Forget MX-5s, Evo Xs, WRXs – even GT-Rs: the 370Z is the definitive Japanese sportscar. Nissan’s Z-car heritage goes back to the legendary 240Z of 1969, a car intended to offer the style and performance of European sportscars at a fraction of the price. More than 1.7 million sales later, this 370Z continues that tradition in fine style.
It builds on a firm foundation laid by the 350Z model, launched in 2002 and sold here from 2005, a sportscar that typifies everything that this Z series should be about – with good looks, muscular performance and a fantastic fun factor, a car you could really take by the scruff of the neck.
Not much else could match a 350Z for the money, and even the Porsches that could keep up lacked its endearing mild hooligan streak. In launching its 370Z replacement in 2009, a quarter of a million worldwide sales later, Nissan needed to keep the things we liked – the charismatic V6 engine, the balanced rear-wheel drive chassis and the perfect weight distribution – and sort the few things we didn’t: high running costs, cheap-feeling interior and restricted luggage space. They did exactly that – and to keep the recipe fresh, a Summer 2013 package of improvements that upped the value proposition and slotted in a potent Nismo model at the top of the range up the ante still further.
The 370Z’s core component remains its 3.7-litre V6 engine. It’s a development of the 350Z’s 3.5-litre, but 35 per cent of its parts are completely different. The powerplant uses variable valve timing, which helps it achieve a smoother delivery of its 324bhp maximum power output.
Peak torque of 363Nm provides a muscular mid range and the 7,000rpm redline will please those who like a sports car which rewards a hefty right foot. If that’s not enough, the top Nismo coupe model delivers 340bhp from the same unit.
Even in the standard version, that’s good enough to see 62mph from rest dispatched in just 5.7s on the way to an artificially limited maximum of 155mph. The people who developed this car were petrolheads. Why else would they have spent five years in developing a Synchro Rev Control system that blips the throttle when you make a downchange to make you feel like Michael Schumacher? Or an optional seven-speed semi-automatic gearbox with gorgeous magnesium-crafted F1-style paddle shifters? So yes, this is a hi-tech stepping stone to Nissan GT-R supercar ownership. But no, its essential character hasn’t been diluted: it’s still a driver’s car, pure and simple.
The 370Z is still gorgeous. From the arrow-shaped headlamps to the boomerang-shaped tail lamps, there’s a handsome aggression that marks this car out from its overtly style-conscious contemporaries. The front air-intake borrows its look from Nissan’s GT-R supercar, giving this 370 greater malevolence as it looms in your mirrors with twin aerodynamic fins rising like fangs from its lower lip.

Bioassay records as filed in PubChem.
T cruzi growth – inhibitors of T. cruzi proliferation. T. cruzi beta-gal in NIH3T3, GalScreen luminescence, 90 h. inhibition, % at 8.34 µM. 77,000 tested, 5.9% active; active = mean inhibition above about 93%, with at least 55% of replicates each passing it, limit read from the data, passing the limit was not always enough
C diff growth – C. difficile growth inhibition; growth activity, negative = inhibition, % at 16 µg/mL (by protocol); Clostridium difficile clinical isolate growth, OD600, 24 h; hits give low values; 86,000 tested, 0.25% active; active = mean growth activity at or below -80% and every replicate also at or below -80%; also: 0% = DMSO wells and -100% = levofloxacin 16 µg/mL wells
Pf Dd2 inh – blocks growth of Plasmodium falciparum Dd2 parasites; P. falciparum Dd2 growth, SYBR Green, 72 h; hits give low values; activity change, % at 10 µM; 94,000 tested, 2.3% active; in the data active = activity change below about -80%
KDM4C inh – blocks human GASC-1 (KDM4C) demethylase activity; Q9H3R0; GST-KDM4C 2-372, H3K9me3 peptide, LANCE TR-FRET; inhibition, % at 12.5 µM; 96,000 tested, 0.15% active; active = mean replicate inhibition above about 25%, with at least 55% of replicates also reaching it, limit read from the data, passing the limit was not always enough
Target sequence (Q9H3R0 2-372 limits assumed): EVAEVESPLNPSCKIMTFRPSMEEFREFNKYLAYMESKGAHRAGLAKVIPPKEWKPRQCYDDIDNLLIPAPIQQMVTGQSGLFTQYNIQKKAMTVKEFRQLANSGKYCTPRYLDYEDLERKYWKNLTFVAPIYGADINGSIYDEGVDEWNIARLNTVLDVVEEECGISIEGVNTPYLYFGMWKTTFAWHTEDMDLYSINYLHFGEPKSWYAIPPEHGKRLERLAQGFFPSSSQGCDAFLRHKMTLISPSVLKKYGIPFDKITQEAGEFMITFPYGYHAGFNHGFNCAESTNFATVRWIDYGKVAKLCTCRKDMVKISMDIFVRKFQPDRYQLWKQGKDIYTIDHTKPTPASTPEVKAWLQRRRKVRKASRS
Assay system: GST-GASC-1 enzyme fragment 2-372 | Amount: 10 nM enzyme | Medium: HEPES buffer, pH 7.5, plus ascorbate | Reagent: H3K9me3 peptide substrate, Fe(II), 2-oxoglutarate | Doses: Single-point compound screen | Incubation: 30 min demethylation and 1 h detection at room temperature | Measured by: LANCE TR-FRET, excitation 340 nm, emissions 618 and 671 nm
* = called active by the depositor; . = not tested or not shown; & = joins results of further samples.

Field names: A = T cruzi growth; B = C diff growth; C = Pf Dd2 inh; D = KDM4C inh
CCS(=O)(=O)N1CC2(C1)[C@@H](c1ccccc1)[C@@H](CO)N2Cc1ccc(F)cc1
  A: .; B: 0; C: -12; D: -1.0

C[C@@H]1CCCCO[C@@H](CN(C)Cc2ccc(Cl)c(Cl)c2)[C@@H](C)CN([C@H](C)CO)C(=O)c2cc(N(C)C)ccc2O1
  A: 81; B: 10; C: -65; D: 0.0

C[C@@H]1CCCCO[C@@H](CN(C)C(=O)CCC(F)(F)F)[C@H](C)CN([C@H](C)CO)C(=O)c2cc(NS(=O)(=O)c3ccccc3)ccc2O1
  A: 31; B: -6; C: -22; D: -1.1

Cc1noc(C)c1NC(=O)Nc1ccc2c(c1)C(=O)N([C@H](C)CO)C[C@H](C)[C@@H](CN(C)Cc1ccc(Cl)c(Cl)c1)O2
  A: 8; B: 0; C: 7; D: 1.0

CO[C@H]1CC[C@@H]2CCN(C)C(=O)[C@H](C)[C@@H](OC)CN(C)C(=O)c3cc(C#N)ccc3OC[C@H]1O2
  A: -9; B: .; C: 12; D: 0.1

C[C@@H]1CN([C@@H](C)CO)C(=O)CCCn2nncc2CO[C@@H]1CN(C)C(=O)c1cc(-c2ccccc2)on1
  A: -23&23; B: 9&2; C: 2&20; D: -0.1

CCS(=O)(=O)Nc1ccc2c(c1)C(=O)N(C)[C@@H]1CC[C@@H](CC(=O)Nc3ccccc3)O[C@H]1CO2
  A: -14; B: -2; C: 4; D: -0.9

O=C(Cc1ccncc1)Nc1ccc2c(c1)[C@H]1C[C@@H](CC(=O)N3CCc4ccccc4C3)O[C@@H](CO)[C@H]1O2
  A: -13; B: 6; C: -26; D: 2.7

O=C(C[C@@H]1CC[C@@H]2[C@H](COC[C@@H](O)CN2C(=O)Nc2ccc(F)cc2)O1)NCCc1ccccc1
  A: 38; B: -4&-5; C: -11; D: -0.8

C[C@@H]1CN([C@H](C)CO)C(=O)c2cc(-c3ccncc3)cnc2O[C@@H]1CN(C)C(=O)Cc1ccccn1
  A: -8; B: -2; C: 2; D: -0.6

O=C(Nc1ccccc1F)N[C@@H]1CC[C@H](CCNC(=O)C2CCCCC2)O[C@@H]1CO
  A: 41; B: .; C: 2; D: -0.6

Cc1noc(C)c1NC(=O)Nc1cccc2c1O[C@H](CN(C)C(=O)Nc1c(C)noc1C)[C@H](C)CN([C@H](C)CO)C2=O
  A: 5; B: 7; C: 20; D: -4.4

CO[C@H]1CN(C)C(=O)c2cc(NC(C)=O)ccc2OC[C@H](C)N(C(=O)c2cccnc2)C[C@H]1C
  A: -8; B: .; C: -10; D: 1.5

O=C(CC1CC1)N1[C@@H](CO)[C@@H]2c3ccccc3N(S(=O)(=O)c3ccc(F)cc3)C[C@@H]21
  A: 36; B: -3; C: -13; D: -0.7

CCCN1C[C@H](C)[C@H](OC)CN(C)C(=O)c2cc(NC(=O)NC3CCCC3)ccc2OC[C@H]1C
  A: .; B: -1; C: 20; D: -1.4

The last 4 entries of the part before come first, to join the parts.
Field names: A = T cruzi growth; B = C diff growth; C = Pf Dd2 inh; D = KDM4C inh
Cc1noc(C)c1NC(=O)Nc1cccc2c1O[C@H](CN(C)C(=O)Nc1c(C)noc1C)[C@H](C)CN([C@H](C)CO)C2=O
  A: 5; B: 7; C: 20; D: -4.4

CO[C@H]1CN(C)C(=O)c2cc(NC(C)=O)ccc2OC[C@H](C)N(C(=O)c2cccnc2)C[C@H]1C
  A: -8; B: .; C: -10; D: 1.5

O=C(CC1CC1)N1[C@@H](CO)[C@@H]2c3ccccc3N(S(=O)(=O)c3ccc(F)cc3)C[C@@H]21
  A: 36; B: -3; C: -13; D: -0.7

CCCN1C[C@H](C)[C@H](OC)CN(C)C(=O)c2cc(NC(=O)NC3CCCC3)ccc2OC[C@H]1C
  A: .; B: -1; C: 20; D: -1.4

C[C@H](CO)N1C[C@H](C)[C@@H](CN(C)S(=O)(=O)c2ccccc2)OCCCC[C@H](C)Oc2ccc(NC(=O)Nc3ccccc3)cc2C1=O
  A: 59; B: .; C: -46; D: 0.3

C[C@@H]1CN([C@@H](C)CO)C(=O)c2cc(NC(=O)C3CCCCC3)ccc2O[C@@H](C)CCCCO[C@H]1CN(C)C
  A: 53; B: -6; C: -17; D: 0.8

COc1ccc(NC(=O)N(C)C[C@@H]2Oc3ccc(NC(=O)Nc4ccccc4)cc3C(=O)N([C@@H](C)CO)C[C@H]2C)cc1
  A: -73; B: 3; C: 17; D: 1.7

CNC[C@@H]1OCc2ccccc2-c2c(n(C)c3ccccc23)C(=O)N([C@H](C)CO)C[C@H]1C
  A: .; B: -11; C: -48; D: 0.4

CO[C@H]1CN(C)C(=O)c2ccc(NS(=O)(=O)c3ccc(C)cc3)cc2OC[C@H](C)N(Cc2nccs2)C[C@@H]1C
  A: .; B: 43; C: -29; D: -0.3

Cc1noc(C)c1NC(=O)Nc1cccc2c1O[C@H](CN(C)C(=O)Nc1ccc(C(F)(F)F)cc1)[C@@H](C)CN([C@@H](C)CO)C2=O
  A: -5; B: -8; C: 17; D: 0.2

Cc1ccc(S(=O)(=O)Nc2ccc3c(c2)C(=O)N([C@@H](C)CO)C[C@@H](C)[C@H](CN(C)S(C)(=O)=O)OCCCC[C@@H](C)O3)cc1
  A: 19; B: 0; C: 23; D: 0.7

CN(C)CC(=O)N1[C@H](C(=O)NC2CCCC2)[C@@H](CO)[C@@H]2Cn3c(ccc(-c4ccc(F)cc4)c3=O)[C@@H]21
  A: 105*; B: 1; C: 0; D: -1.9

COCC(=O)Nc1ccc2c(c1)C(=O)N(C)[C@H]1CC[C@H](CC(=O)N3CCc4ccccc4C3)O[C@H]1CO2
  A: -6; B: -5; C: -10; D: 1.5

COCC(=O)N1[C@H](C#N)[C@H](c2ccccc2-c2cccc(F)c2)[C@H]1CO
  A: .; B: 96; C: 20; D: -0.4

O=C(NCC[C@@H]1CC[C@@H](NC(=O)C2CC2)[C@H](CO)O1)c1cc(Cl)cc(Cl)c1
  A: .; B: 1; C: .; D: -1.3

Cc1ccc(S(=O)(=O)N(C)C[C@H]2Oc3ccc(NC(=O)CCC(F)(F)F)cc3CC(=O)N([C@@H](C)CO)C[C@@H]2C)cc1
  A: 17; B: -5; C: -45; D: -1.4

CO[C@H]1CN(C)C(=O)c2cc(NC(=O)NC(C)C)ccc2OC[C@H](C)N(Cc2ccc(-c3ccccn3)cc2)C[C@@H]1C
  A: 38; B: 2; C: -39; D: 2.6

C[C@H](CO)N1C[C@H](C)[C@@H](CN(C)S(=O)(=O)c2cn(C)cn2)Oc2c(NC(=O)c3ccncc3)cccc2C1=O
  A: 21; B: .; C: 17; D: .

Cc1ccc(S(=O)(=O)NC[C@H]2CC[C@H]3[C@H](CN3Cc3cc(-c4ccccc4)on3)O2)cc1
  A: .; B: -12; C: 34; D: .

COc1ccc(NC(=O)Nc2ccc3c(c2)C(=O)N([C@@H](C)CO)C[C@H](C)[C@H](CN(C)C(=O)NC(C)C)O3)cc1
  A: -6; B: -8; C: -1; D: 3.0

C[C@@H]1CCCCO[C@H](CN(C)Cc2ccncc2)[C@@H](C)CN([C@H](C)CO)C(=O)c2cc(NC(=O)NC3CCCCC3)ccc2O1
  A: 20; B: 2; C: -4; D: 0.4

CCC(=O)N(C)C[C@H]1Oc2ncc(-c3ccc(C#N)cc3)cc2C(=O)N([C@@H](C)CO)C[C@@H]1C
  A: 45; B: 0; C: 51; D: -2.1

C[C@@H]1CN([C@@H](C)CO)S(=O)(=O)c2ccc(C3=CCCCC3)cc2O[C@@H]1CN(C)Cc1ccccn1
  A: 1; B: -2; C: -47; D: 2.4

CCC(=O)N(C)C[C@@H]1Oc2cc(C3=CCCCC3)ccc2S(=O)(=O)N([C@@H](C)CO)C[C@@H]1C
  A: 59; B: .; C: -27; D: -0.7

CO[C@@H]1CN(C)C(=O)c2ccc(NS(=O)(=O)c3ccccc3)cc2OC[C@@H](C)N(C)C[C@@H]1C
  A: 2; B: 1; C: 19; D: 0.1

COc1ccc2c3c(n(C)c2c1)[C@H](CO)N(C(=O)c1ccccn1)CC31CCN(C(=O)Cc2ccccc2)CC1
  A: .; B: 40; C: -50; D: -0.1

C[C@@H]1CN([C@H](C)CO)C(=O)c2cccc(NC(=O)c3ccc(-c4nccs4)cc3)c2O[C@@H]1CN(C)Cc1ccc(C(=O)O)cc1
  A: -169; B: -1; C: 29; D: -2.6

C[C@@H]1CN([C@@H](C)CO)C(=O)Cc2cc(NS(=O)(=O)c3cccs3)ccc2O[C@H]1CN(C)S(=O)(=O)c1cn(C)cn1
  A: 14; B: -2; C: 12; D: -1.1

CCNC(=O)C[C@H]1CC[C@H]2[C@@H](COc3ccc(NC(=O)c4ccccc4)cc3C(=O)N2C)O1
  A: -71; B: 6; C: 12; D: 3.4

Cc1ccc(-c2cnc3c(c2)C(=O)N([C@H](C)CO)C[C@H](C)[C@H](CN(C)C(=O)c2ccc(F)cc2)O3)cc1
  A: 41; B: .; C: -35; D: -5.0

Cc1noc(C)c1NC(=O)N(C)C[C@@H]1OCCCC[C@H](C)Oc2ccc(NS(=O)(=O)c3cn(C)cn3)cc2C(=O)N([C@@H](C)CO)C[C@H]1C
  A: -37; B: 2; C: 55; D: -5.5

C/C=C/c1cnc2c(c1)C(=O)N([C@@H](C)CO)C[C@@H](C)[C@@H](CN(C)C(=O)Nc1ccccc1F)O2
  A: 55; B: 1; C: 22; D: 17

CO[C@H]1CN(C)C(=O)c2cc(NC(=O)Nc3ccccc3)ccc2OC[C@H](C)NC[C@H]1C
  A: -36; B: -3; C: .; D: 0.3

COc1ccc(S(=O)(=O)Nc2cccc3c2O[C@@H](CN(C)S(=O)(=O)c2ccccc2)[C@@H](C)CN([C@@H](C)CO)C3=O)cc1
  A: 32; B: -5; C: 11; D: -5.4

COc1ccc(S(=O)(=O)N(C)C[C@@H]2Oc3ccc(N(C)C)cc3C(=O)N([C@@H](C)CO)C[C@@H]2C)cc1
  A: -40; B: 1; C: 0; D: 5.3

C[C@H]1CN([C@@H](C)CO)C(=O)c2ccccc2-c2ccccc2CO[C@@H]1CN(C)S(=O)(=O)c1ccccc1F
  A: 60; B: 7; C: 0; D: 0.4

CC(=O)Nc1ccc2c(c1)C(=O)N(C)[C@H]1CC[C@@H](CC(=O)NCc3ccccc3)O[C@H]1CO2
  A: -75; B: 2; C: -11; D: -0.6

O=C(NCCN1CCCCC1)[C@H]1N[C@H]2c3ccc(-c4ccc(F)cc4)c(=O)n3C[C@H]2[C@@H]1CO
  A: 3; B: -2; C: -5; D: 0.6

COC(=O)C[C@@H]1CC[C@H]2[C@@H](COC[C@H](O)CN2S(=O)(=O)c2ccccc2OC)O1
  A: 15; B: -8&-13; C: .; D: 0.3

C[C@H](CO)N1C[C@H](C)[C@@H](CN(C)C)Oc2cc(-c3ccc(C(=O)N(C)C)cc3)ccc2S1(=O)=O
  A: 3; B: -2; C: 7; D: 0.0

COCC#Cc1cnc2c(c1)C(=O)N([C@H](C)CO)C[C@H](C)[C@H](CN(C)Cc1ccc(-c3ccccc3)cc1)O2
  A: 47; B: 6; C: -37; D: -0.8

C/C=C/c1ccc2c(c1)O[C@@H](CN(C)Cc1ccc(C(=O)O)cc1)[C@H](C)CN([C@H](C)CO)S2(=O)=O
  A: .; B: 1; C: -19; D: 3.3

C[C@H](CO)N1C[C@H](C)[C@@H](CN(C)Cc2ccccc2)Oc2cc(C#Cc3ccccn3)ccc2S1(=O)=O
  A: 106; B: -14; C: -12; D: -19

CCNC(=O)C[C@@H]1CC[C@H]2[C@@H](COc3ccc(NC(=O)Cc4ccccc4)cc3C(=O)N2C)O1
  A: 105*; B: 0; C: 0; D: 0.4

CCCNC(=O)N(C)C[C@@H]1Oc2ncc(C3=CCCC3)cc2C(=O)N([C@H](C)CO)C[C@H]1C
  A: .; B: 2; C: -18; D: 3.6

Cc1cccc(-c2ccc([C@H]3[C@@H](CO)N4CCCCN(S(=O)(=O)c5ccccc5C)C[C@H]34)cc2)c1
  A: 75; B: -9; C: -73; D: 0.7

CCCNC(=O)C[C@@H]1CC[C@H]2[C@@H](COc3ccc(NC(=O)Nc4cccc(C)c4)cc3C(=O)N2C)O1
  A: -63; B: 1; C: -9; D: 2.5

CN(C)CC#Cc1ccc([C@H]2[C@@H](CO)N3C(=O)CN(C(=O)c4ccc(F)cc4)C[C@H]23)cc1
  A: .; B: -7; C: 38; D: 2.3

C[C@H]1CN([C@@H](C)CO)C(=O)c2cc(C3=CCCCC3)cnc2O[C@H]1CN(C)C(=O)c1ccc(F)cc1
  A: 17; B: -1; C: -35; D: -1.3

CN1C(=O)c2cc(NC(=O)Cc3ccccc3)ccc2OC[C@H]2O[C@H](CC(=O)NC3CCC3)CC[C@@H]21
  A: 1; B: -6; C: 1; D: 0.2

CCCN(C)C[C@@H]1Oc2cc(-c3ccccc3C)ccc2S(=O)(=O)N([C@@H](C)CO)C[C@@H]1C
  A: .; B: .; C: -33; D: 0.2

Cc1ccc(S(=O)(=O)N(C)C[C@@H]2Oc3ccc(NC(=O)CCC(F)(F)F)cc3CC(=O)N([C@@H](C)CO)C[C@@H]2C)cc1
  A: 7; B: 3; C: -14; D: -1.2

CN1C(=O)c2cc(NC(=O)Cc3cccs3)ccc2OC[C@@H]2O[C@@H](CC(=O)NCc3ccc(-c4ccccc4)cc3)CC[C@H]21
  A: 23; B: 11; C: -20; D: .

Inside, the dash is upholstered in a leather-like surface called Sofilez that’s more tasteful in both look and feel, and the leather seats fitted to most models have lovely suede-like inserts that not only look nice but stop you sliding around under hard cornering – though the seatbase is a little short.
A number of the old 350Z’s trademark features are still intact though, such as the instrument cluster attached to the steering column that moves as you adjust the driving position to guarantee an unhindered view of the dials. You’d expect the wheel to adjust for reach as well though on a £30,000 car.
It’s still a two-seater-only cabin and unlike, say, a Porsche Cayman, there’s a useful shelf behind the front seats where you can quickly sling a coat or jacket, with a glovebox now at last added for smaller items. As for proper luggage space, the hefty strut brace across the old 350Z’s parcel shelf that stopped you carrying a proper weekend’s luggage for two has in this 370 been banished, freeing up a more usable 235 litres of space.
We’re looking here at the 370Z Coupe, which is priced in the £27,000-£37,000 bracket, with a choice of base, GT and potent Nismo models and, in GT form, the option of a seven-speed auto gearbox as an alternative to the standard six-speed manual.
There’s a £5,000 premium for the extra 16bhp of the top Nismo model. For another £4,500, Nissan offers an open-topped manual or automatic Roadster version in the GT spec that most customers choose, a trim level that now includes Nissan’s Connect Premium audio system and satnav as standard. All variants, though, are well equipped. Even the entry-level 370Z comes with an Intelligent Key, plus an engine stop/start button, power adjustable seats, climate controlled air-conditioning, 18-inch alloy wheels, automatic xenon headlamps, curtain airbag, alarm, audio with auxiliary input and Bluetooth hands free phone connection.
The 370Z loves to be driven hard – and to do so will inevitably rack up some fairly hefty bills. For example, while your Nissan dealer may quote a combined figure in the region of 27mpg, you’ll need to be some kind of feather-footed freak to fetch that. On one “enthusiastically driven” test route, we saw an average of 13.2mpg on the calculator. Ouch. Likewise the 370Z, while mechanically rugged, has an appetite for rear tyres if you occasionally like to disable the electronic control systems.
CAR Nissan 370Z
PERFORMANCE Maximum speed 155mph; 0-60mph 5.3s
MPG (combined) 26.7
CO2 EMISSIONS 245g/km